At a workshop on March 27, Feinberg’s Medical Faculty Council honored the 2018 Faculty Mentors of the Year Award recipients, giving the winners an opportunity to share mentoring strategies and give thanks to those who helped them along the way.
The 2018 recipients were Mercedes Carnethon, PhD, chief of Epidemiology and vice chair of the Department of Preventive Medicine, and joint recipients Erin Hsu, PhD, research associate professor of Orthopaedic Surgery and Wellington Hsu, MD, Clifford C. Raisbeck, MD, Professor of Orthopaedic Surgery. They will receive their awards during the 2018 Lewis Landsberg Research Day on Thursday, April 5.
“All great struggles start somewhere, and often that somewhere is through a mentor,” said June McKoy, MD, JD, MBA, ’01 GME, associate professor of Medicine in the Division of General Internal Medicine and Geriatrics and of Preventive Medicine, and president of the Medical Faculty Council (MFC).
Mentoring the Mentors
Carnethon, who was nominated by Philip Greenland, MD, Harry Dingman Professor of Cardiology and Donald Lloyd-Jones, MD, ScM, chair of the Department of Preventive Medicine, was mentored by Greenland beginning with her arrival to Feinberg in 2002. Now, Greenland and Carnethon often mentor together, simultaneously advising current or former fellows.
“In addition to one-on-one mentoring, Mercedes has also had an institutional role here, establishing workshops and training people at Feinberg how to mentor,” said Greenland, also the director for the Center for Population Health Sciences in the Institute for Public Health and Medicine and a professor of Preventive Medicine in the Division of Epidemiology.
During her address, Carnethon discussed one of her formative experiences: delivering the commencement address for the Human Biology program at her 1996 graduation from Stanford University. Her student advisor at the time secured the speaking engagement, setting an example she would remember for her mentees in the future.
“Give your mentees an opportunity that would make a big difference in their lives,” Carnethon said. “I’d like each of you to think about doing something like that for your mentees.”
Closing her speech, she emphasized that representation matters and urged other Feinberg mentors to, in the words of Oprah Winfrey, “pay it forward.”
“It’s important for women and minorities to serve as role models,” Carnethon said. “If you are a woman or a minority and I’ve helped you, please do the same for someone else — and if you’re not, please follow the model of my wonderful mentors who’ve taken the time to do so.”
Lloyd-Jones is also senior associate dean for Clinical and Translational Research, director of the Northwestern Clinical and Translational Sciences Institute (NUCATS), Eileen M. Foell Professor and a professor of Preventive Medicine in the Division of Epidemiology and of Medicine in the Division of Cardiology.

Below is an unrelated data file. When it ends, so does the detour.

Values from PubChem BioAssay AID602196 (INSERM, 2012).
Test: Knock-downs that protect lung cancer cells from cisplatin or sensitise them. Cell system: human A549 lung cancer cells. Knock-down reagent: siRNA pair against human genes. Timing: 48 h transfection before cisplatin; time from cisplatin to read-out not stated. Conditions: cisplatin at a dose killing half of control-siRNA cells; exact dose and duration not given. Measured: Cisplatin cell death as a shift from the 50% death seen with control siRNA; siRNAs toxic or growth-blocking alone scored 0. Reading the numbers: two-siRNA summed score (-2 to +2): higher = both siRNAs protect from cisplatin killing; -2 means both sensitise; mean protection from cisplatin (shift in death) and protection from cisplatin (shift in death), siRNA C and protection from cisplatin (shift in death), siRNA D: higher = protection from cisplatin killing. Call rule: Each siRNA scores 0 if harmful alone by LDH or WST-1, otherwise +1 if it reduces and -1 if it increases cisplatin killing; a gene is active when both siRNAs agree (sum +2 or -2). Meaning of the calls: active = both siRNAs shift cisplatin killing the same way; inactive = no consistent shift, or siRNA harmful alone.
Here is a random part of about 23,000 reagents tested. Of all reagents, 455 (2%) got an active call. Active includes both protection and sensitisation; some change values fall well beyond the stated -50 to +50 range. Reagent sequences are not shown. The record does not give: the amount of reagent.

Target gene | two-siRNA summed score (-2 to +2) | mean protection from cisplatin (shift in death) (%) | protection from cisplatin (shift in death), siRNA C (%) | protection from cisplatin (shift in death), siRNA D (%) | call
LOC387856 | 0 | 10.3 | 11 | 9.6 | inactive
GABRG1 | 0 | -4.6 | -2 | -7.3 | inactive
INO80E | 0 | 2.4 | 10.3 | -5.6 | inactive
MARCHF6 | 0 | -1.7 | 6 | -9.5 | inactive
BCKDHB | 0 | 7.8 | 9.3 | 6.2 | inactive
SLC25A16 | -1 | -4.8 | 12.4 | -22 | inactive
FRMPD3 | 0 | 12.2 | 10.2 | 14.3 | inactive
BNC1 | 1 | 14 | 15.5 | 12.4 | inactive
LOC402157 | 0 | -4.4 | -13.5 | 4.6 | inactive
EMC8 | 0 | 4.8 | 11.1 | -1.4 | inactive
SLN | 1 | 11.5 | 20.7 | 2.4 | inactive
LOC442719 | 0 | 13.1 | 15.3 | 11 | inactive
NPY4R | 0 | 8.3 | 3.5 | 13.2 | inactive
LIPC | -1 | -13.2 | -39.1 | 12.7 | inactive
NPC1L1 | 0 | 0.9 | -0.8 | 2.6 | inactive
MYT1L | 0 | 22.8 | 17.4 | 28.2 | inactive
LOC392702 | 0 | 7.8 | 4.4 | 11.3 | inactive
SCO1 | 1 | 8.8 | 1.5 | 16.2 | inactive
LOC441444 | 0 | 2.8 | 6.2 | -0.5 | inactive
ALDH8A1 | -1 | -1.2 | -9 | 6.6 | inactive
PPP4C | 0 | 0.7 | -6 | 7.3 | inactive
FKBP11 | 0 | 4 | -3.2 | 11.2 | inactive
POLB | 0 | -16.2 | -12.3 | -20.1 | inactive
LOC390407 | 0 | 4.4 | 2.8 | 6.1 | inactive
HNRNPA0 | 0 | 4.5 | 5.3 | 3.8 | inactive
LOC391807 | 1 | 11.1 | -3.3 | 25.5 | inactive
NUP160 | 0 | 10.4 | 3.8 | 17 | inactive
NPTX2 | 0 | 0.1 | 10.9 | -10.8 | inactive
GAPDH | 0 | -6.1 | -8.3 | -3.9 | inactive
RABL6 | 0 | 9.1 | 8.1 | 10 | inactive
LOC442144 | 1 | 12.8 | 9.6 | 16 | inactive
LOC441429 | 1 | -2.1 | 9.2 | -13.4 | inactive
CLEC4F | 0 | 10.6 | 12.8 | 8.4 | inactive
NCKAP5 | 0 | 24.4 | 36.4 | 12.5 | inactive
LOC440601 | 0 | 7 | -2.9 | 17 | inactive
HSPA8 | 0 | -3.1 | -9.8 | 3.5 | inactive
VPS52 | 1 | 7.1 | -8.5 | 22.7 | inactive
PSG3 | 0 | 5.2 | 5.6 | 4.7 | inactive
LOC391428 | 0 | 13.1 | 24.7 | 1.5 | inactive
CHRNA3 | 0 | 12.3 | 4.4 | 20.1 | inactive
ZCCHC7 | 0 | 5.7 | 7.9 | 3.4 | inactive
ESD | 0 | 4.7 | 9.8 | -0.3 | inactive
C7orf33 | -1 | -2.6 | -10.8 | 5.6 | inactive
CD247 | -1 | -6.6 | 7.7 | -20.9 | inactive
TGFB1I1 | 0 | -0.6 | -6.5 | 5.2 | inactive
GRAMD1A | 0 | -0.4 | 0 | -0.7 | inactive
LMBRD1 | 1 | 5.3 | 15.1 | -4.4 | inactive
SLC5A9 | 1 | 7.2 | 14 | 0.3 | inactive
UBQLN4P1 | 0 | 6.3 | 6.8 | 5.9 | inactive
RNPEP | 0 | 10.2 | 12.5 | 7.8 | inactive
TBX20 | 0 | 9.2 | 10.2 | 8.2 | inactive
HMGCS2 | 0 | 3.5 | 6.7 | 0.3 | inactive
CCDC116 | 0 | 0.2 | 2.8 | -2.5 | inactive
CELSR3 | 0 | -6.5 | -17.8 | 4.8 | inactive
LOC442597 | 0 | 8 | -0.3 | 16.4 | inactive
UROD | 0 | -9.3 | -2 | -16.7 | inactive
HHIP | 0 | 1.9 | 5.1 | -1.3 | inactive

2018 featured the first shared Mentor of the Year Award. Nominated by Terrance Peabody, MD, chair of Orthopaedic Surgery, Erin and Wellington Hsu, a married couple who also share a laboratory, have carved out a unique translational science niche in the Department of Orthopaedic Surgery, providing an ideal environment for trainees with a focus on clinical investigation, basic science and personal development.
“When I arrived in 2011, one of the bright spots was that both Hsus were here,” said Peabody, also the Edwin Warner Ryerson Professor of Orthopaedic Surgery. “They’ve been an incredible asset to both the Department and I over the last several years.”
The fusion of Wellington Hsu’s clinical expertise with Erin Hsu’s basic science savvy is a unique combination in orthopaedics research, and Erin Hsu understands how lucky they’ve been to spend their academic careers together.
“We recognize how important our early mentors are in guiding us to where we are today,” said Erin Hsu, also the assistant director of the Simpson Querrey Institute for BioNanotechnology (SQI). “I want to acknowledge the people that walked with us along our paths at UCLA, the University of Wisconsin and now here at Feinberg.”
The Hsu laboratory has hosted a number of accomplished trainees, and both mentors have taken great pride in advising them as they learn and grow, said Wellington Hsu.
“For a lot of your mentees, they always had it in them, they were always going to make it happen and be successful. But, along the way, as their mentor you can push them in the right direction, just nudge them a bit,” said Wellington Hsu, also a professor of Neurological Surgery.
“That’s what it takes,” he added.